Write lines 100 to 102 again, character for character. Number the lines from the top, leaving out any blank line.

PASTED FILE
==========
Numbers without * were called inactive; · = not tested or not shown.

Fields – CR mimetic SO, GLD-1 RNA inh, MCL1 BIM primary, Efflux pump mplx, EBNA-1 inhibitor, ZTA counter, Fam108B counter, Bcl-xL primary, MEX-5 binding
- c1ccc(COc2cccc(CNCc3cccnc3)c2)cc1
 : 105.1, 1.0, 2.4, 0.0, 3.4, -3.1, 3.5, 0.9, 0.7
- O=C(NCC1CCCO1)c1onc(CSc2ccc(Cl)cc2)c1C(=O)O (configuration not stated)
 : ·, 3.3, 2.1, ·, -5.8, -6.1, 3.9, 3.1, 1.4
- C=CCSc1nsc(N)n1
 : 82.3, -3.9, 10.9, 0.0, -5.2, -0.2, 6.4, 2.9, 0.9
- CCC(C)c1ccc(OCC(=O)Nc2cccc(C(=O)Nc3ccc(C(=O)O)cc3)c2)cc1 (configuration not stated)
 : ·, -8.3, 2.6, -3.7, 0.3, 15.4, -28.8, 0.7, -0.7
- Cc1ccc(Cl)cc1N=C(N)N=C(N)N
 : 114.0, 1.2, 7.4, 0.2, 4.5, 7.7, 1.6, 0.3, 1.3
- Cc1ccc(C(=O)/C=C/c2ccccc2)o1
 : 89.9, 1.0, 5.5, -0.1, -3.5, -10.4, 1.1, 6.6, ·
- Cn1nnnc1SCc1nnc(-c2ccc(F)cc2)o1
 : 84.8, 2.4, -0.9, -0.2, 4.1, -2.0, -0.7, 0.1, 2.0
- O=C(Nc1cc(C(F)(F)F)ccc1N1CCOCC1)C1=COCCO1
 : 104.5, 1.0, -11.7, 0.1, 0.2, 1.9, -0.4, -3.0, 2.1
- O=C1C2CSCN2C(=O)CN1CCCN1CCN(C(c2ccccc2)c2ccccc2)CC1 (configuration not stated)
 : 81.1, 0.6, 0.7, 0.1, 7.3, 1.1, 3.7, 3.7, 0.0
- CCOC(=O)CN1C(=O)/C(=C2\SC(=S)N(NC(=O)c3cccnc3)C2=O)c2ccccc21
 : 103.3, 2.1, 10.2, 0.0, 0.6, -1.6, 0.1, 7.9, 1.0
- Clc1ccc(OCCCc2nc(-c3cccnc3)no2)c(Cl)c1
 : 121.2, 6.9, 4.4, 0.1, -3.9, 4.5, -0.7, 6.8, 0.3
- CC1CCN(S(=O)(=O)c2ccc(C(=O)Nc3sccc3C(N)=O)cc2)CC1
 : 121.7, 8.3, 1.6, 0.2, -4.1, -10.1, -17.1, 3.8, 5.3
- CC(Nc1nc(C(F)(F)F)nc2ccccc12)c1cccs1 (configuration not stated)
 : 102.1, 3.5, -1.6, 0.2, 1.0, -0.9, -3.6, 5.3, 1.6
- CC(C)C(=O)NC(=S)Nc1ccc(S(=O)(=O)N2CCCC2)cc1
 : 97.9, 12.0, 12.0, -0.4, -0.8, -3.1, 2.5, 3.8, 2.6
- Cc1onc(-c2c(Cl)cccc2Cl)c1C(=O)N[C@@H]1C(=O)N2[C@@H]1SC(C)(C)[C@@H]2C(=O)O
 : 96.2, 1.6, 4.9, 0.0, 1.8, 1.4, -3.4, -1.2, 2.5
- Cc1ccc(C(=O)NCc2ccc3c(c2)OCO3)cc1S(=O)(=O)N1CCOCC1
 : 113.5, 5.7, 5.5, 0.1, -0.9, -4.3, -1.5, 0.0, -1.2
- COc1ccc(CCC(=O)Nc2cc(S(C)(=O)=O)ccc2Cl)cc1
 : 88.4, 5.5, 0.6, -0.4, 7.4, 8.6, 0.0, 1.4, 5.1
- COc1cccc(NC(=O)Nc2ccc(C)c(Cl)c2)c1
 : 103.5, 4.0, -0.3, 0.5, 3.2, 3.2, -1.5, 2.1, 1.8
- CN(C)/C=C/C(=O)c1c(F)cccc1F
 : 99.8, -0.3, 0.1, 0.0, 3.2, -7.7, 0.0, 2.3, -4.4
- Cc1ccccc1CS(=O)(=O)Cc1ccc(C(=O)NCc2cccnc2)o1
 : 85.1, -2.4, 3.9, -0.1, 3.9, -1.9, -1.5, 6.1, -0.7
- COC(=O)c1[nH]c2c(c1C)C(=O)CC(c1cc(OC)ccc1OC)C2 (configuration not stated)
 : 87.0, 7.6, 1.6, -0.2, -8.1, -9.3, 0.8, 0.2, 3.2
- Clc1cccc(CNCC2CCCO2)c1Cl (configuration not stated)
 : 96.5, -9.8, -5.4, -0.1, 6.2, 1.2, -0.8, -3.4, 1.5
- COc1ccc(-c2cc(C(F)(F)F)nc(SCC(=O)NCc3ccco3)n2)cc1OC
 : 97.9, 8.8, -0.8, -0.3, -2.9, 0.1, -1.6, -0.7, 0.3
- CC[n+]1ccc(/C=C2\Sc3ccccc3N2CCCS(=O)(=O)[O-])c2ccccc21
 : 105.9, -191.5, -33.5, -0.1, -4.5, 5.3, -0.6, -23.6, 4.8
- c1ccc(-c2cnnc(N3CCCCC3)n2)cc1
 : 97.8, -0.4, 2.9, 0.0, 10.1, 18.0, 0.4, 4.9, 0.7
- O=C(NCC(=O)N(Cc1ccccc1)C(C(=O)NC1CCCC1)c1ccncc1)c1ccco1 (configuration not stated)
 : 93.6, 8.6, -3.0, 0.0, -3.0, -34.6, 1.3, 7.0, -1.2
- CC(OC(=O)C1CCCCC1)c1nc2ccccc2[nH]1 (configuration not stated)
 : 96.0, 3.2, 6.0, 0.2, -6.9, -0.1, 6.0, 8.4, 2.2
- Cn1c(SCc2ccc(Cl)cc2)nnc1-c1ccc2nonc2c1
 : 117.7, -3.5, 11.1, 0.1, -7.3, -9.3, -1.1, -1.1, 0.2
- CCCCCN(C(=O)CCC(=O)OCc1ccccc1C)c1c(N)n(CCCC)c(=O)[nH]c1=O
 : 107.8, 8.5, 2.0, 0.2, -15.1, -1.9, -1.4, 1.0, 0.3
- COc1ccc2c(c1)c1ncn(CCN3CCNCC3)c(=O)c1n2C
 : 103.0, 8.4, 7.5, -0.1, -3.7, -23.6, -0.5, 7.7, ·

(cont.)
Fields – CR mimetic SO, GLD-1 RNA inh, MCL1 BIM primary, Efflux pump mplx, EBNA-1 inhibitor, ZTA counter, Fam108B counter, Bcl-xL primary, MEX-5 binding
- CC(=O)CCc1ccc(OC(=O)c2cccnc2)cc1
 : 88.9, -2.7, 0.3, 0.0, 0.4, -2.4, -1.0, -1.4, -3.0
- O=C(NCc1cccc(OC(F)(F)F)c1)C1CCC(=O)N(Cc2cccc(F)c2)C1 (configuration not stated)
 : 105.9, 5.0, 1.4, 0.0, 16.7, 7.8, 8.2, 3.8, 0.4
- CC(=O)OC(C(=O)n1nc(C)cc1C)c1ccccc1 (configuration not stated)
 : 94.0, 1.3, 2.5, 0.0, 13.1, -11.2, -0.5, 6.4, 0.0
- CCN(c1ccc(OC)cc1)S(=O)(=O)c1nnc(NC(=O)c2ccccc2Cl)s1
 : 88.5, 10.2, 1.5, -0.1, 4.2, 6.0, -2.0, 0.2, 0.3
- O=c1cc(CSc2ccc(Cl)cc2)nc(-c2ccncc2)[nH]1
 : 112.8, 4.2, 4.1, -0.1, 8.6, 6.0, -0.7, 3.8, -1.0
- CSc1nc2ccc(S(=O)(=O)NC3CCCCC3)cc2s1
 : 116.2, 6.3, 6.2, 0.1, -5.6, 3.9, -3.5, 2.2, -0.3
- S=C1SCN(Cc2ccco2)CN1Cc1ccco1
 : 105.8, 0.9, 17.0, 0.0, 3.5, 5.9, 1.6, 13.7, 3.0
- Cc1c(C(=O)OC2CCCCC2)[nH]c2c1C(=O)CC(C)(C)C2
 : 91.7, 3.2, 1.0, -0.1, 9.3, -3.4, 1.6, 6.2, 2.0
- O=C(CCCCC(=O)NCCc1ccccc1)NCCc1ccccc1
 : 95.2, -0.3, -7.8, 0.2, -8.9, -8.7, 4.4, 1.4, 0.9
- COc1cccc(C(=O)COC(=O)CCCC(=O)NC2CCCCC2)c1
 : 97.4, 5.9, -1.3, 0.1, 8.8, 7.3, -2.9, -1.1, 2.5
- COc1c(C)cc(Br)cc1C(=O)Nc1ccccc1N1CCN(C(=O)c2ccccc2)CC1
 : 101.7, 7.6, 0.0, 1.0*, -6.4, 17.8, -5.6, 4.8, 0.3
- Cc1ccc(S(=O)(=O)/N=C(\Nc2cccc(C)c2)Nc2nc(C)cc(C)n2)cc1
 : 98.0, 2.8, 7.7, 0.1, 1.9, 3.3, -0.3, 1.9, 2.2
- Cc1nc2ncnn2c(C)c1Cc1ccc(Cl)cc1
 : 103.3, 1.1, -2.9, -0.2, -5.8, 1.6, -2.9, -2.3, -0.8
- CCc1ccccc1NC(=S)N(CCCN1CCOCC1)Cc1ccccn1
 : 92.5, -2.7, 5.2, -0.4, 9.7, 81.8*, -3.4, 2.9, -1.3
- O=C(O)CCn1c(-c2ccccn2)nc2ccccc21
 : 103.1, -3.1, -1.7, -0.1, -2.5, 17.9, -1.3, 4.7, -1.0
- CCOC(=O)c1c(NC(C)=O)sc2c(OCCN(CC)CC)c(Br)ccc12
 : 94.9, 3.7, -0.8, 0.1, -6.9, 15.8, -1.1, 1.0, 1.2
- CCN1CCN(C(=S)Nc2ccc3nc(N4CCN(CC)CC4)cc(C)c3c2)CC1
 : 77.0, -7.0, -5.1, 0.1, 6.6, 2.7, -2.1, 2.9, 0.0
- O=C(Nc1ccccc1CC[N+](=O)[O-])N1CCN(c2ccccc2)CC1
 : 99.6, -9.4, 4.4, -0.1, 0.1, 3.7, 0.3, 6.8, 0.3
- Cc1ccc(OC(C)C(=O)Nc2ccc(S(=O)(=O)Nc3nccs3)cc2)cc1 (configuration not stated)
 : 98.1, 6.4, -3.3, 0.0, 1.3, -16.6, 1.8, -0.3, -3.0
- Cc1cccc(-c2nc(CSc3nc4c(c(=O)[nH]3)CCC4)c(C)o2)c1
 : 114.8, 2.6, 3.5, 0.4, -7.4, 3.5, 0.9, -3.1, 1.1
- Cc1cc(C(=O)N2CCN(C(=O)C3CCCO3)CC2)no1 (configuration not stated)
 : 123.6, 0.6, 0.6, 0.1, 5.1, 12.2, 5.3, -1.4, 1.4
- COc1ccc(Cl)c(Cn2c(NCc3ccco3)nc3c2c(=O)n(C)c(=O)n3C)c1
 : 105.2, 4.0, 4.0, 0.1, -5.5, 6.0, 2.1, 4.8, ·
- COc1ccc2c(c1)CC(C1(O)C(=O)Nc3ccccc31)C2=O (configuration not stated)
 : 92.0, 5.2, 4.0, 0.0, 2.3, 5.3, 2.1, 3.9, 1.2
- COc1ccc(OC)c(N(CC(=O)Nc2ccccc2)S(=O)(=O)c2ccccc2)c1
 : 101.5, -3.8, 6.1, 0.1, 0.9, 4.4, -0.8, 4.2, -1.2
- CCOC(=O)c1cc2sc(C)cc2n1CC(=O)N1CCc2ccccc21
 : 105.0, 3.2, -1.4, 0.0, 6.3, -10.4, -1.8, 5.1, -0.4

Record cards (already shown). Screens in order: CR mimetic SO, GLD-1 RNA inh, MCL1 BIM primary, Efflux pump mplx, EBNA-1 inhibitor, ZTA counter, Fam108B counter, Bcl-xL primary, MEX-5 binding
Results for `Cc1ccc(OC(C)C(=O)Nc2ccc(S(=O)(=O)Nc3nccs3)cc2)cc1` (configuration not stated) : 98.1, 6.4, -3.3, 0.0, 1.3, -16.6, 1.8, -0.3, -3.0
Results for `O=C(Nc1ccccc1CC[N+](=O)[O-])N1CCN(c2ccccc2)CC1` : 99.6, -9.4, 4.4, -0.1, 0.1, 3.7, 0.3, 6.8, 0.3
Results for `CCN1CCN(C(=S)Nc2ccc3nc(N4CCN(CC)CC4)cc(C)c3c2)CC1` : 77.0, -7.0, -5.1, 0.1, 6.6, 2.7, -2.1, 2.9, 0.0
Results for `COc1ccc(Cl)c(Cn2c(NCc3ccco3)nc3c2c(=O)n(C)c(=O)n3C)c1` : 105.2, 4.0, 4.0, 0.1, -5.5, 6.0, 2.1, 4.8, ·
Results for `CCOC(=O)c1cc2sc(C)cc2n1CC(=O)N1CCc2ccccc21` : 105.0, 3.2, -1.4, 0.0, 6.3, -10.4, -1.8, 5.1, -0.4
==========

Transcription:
 : 99.6, -9.4, 4.4, -0.1, 0.1, 3.7, 0.3, 6.8, 0.3
- Cc1ccc(OC(C)C(=O)Nc2ccc(S(=O)(=O)Nc3nccs3)cc2)cc1 (configuration not stated)
 : 98.1, 6.4, -3.3, 0.0, 1.3, -16.6, 1.8, -0.3, -3.0